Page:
Pending legislation and regulations have the potential to inject a larger federal government presence in the matter of regulating privacy and data security. The FTC is likely to play an even greater role in the design and implementation of new federal standards. And there is a new kid on the block, the Consumer Finance Protection Bureau (CFPB) created by Dodd-Frank, which also may present a formidable new source of regulations in the financial services sector.
Legislation to address consumer privacy and data security issues has been percolating through Congress, and new bills will likely be introduced while this article is being edited. One recent example is S. 799, introduced April 12, 2011, by Senator John Kerry. Styled as the "Commercial Privacy Bill of Rights Act of 2011," this bill resembles several others that died with the 111th Congress, in that it seeks to expand the FTC's role in regulating and protecting consumer privacy interests.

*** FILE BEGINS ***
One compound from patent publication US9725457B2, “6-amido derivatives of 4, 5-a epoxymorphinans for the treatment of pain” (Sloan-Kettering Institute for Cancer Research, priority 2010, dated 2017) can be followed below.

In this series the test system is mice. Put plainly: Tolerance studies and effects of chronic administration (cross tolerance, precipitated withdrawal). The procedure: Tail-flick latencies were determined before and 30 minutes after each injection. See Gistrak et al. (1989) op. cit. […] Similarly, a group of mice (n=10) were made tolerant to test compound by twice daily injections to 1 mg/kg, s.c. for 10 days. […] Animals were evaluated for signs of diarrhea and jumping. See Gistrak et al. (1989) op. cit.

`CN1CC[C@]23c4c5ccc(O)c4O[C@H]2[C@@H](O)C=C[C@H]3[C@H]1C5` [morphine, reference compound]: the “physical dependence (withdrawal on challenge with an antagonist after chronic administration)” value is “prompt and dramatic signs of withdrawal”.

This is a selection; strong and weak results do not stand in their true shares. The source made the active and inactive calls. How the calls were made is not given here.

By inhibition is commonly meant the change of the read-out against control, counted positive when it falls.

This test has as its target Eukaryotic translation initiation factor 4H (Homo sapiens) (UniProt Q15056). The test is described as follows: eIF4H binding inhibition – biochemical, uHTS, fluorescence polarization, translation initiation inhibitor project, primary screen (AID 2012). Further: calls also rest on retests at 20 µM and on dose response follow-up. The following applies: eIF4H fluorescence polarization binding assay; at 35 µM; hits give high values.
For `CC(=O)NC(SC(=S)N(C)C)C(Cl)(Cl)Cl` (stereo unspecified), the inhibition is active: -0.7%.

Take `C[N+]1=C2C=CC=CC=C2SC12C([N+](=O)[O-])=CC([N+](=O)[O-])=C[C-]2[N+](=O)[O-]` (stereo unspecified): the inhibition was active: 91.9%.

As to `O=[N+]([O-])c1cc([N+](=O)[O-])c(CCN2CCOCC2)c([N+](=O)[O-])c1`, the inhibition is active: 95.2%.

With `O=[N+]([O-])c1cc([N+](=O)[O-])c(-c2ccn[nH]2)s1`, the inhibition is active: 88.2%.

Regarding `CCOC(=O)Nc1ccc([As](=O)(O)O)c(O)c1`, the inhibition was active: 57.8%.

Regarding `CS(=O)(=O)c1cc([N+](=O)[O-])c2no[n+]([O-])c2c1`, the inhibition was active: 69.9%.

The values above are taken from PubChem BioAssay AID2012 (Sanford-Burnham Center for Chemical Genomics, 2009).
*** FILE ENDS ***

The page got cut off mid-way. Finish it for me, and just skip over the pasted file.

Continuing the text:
The bill notes the shortcomings of the current patchwork of state and federal legislation, including "inadequate" privacy protection. The bill states a legislative finding that "with the exception of FTC enforcement of laws against unfair and deceptive practices, the Federal Government has eschewed general commercial privacy laws in favor of industry self-regulation, which has led to several self-policing schemes, some of which are enforceable, and some of which provide insufficient privacy protection to individuals." Noting that additional state regulation "could lead to a patchwork of inconsistent standards and protections," the bill offers a federal solution that will displace not only state laws, but also the self-regulation model.